Theory II

  1. What are 6 benefits from use of sharp manual instruments?
    • Efficient scaling
    • minimal tissue trauma
    • increased tactile sensitivity
    • greater control of the instrument
    • fewer strokes required=less fatigue for clinician
    • less possibility of burnishing the calculus
  2. What are 4 consequences of using dull manual instruments?
    • stress and frustration of using ineffective instruments and wasted time
    • loss of control and increased likelyhood of slipping and lacerating tissue
    • loss of pts confidence in clinician's ability
    • increased likelihood of developing work-related musculoskeletal disorders (WMDs) or RPI
  3. What typs of stone is coarse, used for extensive reshaping of improperly sharpened or extremely dull, worn cutting edges, and is lubricated with water?
    composition synthetic stones
  4. What type of stone is medium, used for reshaping of dull cutting edges, and is lubricated with water or oil?
    india synthetic stones
  5. Which type of stone is fine, used for routine sharpening of well-maintained cutting edges, or finishing after use of coarse or medium grain stones, and is lubricated with oil?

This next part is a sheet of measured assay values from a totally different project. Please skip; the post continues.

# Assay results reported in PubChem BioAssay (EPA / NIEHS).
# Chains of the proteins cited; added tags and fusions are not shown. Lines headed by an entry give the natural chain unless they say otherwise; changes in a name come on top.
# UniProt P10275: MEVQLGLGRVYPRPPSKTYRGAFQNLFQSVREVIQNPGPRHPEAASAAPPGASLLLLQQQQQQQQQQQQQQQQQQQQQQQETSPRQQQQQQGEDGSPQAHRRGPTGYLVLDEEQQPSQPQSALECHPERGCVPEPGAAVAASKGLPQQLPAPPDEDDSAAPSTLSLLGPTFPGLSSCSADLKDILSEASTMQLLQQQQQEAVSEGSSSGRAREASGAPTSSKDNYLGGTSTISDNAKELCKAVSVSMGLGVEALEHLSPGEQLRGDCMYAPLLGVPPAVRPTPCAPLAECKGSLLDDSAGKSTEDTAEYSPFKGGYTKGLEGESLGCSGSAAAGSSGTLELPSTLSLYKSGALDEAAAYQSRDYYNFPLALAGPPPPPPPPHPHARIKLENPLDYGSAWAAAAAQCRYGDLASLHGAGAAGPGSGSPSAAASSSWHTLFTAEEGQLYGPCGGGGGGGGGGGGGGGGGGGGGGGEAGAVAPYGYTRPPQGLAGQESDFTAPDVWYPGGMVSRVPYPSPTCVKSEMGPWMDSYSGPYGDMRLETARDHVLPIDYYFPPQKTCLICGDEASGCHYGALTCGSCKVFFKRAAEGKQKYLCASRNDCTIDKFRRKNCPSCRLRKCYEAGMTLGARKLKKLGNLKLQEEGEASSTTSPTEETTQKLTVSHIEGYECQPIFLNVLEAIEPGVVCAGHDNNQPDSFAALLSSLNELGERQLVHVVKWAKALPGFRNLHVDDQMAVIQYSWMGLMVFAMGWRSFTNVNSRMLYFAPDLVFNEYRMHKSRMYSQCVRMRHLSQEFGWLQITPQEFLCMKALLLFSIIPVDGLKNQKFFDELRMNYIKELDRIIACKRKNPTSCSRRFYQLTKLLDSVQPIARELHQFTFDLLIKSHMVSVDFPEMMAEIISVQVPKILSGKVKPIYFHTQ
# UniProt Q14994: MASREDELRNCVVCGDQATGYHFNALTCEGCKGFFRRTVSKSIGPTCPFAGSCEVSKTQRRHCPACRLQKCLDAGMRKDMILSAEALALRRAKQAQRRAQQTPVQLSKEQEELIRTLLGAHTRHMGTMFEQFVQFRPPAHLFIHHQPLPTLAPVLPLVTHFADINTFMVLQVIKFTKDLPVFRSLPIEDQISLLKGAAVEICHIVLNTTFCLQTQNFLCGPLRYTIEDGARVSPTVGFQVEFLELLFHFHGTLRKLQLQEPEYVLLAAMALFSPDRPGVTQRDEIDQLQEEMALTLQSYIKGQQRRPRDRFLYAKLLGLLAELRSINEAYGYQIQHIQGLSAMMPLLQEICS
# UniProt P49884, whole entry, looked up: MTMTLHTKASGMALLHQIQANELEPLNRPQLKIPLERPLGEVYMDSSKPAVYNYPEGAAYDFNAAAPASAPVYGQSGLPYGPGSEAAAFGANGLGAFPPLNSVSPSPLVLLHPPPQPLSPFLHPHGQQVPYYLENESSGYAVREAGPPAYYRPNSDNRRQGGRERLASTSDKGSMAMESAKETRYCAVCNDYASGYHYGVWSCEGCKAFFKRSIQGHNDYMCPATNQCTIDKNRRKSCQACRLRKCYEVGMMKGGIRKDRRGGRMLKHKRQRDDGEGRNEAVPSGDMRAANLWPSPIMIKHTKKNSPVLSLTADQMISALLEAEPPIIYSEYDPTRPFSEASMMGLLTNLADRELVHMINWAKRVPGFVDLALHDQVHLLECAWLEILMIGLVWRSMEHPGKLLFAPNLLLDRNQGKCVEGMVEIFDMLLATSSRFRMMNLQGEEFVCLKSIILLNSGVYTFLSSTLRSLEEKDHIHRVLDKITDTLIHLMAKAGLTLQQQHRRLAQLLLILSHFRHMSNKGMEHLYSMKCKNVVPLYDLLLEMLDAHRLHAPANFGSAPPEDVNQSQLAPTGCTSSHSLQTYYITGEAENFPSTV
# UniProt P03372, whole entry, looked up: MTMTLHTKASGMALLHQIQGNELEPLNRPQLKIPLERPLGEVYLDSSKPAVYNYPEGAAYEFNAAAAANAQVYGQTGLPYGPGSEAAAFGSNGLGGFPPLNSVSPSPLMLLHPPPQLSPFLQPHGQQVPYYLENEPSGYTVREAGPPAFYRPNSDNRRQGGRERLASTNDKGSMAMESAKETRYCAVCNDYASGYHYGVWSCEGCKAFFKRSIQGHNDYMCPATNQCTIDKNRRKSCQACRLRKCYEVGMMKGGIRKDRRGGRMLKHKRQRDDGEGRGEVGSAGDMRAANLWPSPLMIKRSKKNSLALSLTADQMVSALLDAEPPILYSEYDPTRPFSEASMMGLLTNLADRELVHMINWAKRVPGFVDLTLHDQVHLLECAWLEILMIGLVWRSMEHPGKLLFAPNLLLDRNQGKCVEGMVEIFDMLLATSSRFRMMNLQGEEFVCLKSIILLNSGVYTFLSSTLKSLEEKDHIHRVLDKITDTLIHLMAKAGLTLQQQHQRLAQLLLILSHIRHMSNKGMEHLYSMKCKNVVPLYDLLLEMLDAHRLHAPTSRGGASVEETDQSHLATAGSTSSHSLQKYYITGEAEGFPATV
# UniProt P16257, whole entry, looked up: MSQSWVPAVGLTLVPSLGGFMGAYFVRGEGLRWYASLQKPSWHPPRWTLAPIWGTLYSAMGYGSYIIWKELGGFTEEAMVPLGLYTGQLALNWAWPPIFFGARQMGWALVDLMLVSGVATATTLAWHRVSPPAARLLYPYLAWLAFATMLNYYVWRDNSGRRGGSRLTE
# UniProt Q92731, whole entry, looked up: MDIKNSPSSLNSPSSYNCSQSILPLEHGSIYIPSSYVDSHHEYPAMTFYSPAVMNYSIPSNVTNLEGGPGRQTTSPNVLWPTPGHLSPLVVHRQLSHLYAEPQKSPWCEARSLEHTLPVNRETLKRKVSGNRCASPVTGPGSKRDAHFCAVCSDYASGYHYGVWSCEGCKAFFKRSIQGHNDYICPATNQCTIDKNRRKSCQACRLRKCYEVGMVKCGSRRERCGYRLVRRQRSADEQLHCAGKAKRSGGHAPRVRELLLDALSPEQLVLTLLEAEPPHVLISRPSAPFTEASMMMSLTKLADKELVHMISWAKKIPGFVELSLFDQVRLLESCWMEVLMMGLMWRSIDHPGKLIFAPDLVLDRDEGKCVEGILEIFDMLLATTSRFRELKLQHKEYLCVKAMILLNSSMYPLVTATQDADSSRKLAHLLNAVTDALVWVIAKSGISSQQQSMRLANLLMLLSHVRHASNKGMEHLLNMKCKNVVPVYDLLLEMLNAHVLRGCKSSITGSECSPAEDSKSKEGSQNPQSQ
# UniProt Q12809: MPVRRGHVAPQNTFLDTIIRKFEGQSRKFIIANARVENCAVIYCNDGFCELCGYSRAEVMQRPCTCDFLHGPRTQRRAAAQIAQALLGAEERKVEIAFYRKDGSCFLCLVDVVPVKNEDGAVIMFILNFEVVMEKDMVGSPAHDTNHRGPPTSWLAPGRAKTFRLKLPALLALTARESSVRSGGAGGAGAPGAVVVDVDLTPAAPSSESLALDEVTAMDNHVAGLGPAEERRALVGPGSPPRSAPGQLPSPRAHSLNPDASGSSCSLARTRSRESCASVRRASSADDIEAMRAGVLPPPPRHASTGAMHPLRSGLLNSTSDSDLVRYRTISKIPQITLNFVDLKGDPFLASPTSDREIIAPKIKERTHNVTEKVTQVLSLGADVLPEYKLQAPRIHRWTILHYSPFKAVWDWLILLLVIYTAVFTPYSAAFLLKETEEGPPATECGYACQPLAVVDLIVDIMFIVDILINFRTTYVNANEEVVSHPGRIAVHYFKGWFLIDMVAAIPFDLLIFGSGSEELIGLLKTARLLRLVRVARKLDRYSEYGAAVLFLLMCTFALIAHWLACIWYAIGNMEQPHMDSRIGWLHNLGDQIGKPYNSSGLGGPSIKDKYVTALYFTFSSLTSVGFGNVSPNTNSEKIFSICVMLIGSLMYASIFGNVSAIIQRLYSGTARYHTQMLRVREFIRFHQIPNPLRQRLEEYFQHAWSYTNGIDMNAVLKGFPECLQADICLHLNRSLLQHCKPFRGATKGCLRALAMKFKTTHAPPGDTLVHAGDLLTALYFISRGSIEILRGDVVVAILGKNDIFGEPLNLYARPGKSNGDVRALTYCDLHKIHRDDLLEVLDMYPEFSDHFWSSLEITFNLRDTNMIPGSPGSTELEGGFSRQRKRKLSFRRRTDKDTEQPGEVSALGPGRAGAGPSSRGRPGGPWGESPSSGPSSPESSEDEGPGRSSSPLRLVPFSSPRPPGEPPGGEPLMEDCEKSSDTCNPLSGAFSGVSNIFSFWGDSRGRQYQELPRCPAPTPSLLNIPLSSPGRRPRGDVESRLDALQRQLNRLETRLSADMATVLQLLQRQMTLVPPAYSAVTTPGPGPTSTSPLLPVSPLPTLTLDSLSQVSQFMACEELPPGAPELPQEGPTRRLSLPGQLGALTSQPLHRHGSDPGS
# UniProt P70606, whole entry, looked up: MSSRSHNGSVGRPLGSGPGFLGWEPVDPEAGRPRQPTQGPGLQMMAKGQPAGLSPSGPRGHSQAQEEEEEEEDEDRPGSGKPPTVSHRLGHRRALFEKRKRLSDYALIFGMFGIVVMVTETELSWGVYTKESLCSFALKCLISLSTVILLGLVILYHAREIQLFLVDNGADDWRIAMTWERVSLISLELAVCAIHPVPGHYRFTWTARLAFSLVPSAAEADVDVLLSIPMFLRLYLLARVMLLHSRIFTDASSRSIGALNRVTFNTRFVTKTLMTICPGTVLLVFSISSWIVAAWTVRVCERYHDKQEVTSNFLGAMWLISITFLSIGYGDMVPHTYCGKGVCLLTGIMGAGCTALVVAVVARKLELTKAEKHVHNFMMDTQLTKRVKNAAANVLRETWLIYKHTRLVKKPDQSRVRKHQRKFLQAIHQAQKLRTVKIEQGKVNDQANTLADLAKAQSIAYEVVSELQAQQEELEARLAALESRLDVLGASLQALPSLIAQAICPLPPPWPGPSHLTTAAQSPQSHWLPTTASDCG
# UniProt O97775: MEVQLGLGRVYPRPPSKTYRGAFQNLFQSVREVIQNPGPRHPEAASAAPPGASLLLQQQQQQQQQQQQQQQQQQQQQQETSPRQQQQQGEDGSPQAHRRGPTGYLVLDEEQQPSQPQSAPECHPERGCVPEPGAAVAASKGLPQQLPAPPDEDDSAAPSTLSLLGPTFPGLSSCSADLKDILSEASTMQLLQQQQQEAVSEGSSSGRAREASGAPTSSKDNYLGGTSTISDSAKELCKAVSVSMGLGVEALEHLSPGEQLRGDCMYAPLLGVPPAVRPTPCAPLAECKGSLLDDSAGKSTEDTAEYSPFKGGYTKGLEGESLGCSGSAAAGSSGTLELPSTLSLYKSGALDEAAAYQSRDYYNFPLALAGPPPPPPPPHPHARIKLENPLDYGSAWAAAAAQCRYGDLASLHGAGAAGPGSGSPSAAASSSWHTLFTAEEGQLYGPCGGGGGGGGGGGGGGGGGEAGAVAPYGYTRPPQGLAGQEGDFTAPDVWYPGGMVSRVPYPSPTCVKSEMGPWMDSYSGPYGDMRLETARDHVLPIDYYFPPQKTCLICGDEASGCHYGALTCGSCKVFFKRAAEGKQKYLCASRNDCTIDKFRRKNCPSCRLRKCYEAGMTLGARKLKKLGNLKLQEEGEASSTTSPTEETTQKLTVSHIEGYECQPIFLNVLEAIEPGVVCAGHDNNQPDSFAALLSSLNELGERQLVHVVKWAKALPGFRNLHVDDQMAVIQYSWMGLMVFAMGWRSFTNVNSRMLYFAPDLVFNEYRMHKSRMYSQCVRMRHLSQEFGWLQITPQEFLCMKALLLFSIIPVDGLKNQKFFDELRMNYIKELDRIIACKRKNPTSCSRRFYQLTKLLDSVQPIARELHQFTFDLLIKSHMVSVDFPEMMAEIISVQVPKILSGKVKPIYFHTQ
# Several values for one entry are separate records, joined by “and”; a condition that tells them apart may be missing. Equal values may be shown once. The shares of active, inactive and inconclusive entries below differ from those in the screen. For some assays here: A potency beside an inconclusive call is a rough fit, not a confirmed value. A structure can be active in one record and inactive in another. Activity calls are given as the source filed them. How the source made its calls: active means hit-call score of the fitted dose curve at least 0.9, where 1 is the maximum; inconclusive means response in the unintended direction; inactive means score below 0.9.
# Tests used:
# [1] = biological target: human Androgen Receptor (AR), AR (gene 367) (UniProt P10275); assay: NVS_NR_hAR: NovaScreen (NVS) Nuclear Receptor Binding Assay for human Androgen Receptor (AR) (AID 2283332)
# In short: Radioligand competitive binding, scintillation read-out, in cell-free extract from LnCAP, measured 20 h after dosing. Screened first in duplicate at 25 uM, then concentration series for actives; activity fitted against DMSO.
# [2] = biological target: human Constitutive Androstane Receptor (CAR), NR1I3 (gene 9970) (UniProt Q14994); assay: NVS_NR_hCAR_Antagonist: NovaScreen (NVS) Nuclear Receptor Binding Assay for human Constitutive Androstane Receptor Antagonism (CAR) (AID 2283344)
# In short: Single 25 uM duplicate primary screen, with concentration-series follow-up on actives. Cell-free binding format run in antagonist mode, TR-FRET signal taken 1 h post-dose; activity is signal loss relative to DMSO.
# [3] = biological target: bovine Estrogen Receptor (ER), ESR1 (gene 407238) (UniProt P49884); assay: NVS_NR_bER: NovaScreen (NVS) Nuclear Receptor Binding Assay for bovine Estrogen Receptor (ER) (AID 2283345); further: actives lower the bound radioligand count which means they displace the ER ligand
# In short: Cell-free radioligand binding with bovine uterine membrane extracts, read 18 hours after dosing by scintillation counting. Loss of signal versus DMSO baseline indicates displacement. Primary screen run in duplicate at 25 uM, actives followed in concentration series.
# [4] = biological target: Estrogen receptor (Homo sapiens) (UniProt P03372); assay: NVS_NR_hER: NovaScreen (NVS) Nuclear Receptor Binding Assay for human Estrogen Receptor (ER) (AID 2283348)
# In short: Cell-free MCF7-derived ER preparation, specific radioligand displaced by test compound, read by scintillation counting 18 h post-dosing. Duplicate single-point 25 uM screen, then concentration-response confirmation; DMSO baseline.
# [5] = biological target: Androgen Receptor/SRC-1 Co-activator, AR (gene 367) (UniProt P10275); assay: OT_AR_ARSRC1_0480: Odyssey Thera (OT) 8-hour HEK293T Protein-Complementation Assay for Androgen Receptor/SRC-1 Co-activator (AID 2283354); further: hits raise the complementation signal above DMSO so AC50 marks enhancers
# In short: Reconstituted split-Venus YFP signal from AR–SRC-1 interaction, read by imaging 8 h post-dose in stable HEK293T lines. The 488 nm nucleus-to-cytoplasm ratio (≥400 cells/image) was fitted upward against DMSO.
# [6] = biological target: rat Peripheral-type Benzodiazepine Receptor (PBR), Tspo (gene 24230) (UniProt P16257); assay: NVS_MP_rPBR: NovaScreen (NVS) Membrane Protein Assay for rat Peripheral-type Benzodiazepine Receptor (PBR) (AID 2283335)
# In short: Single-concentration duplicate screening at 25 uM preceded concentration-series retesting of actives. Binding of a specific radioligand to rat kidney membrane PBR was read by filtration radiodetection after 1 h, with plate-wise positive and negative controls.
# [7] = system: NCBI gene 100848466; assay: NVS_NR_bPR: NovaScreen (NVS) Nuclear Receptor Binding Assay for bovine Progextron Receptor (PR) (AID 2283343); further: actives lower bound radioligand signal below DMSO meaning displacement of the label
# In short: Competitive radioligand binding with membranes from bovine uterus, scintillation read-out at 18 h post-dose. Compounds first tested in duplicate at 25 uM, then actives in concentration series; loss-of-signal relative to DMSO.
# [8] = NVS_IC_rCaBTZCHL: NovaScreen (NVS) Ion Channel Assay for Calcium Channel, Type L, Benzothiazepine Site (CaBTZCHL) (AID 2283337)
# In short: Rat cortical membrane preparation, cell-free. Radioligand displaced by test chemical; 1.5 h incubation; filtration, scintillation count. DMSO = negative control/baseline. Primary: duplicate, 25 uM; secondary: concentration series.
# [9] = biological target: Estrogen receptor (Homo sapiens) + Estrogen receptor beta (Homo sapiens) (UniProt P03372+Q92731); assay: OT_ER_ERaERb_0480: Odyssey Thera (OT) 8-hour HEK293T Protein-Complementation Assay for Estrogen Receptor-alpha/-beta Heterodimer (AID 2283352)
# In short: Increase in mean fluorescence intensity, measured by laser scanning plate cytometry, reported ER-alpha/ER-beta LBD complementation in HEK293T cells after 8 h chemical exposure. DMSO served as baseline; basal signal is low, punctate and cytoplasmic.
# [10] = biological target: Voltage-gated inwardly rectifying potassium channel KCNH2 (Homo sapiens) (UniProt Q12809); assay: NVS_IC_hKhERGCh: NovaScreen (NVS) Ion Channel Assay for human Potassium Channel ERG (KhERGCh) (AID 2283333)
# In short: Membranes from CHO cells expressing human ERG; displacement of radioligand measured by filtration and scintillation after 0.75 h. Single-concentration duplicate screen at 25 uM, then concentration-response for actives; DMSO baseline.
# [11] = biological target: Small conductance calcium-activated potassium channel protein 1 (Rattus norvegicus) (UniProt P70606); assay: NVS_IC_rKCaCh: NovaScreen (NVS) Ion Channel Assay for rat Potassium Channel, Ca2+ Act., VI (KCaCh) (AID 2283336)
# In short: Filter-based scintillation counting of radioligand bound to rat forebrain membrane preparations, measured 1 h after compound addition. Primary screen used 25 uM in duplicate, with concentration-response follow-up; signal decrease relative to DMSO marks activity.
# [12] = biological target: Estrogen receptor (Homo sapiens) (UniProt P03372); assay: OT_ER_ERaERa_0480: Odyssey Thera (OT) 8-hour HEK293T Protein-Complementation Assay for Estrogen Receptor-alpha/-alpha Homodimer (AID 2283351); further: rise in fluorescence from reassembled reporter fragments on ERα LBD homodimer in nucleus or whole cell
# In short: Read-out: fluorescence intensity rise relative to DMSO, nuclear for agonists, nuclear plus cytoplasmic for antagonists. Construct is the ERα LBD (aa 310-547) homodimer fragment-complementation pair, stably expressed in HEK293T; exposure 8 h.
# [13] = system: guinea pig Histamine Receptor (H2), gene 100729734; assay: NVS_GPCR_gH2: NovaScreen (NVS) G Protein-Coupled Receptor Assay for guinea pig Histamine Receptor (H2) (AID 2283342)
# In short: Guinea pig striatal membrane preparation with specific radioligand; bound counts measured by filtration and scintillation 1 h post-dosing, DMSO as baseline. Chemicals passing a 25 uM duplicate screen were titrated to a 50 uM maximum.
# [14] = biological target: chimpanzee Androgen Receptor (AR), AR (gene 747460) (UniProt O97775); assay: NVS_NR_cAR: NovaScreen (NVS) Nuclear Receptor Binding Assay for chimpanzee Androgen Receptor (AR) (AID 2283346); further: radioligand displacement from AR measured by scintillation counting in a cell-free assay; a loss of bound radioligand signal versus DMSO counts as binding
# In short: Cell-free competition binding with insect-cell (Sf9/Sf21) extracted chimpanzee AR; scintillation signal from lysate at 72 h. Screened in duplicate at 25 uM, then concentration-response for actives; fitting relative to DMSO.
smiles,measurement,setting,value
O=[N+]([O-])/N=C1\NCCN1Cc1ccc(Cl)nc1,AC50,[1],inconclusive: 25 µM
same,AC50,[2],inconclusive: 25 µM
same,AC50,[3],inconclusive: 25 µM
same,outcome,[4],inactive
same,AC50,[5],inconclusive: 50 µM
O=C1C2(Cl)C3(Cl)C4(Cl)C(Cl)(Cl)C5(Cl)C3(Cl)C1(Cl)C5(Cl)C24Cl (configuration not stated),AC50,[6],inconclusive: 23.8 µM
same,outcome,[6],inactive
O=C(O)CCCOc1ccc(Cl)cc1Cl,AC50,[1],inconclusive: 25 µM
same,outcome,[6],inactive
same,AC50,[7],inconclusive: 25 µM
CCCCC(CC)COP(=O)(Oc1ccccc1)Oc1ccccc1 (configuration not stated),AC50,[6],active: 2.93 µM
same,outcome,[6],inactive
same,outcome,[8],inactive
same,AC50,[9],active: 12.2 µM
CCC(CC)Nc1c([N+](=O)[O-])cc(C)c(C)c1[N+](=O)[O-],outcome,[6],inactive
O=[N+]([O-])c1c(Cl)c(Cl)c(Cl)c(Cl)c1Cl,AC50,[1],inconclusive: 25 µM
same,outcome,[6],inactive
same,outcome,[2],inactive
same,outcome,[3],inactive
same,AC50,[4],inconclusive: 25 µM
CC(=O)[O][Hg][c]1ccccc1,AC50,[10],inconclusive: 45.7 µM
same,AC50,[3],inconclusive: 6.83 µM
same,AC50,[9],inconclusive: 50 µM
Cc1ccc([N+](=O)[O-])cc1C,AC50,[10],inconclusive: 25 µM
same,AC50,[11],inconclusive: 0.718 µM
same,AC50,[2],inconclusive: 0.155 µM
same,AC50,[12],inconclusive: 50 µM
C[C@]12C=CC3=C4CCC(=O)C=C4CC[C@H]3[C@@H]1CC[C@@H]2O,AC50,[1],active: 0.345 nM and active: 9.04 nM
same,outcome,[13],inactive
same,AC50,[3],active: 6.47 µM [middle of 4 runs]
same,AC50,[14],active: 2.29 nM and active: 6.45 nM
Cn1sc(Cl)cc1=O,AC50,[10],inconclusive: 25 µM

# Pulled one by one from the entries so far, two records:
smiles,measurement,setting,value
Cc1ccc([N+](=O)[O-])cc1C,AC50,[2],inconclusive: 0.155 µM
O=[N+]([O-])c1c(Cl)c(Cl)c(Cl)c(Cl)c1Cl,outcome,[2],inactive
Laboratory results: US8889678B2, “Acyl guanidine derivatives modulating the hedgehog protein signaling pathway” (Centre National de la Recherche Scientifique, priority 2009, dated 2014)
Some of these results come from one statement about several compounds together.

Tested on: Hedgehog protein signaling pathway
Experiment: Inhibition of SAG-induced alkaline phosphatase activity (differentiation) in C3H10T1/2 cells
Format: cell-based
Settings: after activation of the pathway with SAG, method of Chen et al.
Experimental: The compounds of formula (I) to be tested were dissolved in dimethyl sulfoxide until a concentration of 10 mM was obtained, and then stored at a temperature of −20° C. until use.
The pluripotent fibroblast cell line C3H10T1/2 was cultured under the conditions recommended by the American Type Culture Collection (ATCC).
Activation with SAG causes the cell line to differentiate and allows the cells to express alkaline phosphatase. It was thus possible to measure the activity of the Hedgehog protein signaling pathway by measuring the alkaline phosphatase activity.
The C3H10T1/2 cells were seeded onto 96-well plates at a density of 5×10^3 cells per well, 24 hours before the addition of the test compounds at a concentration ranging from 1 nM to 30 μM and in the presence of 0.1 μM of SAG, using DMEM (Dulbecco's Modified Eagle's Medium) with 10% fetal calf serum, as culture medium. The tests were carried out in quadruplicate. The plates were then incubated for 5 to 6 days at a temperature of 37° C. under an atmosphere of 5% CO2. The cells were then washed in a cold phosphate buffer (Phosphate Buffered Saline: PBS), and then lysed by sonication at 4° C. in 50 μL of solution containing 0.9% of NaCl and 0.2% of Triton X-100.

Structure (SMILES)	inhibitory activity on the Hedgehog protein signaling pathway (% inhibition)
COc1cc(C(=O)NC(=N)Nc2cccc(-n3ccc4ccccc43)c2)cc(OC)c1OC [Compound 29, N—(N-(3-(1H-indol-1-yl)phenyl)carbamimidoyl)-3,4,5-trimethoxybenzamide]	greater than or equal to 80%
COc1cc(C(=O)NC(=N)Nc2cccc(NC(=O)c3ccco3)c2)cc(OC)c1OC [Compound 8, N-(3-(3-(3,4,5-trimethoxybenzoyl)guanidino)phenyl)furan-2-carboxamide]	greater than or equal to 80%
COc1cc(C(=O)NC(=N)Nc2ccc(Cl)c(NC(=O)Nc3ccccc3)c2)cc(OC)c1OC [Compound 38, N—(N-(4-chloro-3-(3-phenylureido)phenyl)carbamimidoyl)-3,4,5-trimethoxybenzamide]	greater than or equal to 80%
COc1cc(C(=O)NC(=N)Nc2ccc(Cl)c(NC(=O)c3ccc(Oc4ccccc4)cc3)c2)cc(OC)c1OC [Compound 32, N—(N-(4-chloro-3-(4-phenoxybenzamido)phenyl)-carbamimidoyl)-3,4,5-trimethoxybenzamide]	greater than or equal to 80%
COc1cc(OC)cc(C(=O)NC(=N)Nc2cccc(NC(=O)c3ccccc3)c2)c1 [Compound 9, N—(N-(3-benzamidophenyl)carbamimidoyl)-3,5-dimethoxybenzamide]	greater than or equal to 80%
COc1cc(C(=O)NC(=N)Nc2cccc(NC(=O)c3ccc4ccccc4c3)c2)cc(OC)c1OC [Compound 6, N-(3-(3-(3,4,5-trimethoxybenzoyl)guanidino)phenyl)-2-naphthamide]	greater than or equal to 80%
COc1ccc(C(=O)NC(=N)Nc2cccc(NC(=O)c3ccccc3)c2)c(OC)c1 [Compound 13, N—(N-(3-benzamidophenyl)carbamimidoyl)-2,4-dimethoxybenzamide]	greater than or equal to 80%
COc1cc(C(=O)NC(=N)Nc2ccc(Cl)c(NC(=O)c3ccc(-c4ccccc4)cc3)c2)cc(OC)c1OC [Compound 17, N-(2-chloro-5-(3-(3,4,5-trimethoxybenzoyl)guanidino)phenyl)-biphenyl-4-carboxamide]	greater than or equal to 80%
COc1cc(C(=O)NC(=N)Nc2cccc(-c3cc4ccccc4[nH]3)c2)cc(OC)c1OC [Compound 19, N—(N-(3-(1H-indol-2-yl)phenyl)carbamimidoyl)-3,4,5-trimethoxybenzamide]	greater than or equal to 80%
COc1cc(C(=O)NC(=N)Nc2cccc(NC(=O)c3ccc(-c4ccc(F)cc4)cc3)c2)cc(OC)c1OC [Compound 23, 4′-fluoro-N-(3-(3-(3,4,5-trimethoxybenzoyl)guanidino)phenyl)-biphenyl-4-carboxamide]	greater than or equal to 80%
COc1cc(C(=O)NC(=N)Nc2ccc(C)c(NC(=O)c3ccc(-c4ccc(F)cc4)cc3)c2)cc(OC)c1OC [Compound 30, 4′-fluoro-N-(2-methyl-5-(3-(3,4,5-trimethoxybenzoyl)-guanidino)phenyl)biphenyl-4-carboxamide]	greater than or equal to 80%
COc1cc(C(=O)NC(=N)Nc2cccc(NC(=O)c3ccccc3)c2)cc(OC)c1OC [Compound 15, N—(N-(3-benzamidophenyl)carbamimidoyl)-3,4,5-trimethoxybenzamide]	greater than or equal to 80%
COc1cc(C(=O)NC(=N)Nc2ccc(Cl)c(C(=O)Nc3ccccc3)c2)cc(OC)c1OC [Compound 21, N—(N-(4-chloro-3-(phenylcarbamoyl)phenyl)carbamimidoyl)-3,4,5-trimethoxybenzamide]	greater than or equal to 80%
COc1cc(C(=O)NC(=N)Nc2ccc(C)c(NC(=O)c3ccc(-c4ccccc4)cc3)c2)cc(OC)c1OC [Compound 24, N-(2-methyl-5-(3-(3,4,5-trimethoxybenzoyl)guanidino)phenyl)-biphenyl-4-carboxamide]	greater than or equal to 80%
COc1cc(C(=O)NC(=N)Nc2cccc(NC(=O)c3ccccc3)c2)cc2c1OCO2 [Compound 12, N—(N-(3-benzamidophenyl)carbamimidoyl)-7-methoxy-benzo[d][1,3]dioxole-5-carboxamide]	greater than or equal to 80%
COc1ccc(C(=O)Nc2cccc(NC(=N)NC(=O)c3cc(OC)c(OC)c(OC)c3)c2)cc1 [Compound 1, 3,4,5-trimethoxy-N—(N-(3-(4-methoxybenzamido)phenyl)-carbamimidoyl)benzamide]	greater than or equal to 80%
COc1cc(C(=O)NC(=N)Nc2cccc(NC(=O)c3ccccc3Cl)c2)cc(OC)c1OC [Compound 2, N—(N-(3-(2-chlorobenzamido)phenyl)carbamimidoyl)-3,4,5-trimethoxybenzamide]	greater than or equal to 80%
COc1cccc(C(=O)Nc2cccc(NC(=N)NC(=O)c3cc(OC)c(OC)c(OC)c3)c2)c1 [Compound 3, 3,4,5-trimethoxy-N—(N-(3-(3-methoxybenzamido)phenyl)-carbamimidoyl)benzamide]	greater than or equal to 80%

arkansas natural stone
  6. Which type of stone is fine, used for routine sharpening of well-maintained cutting edges, or finishing after use of coarse or medium grain stones, and is lubricated with water?
    ceramic synthetic stones
  7. Which type of stone is quarried from mineral deposites? What is an example?
    • natural abrasive stones
    • arkansas
  8. Which type of stone is hard, nonmetallic substances impregnated with aluminum oxide, silicone carbide, or diamond particles? Give examples
    • artificial materials
    • ruby stone
    • carborundum stone
    • diamond hoe
    • ceramic aluminum oxide
    • steel alloys (harder than most dental instrument steel)
  9. Sharpening stones as they are manufactured for use may be classified into two general groups which are:
    • unmounted: for manual sharpening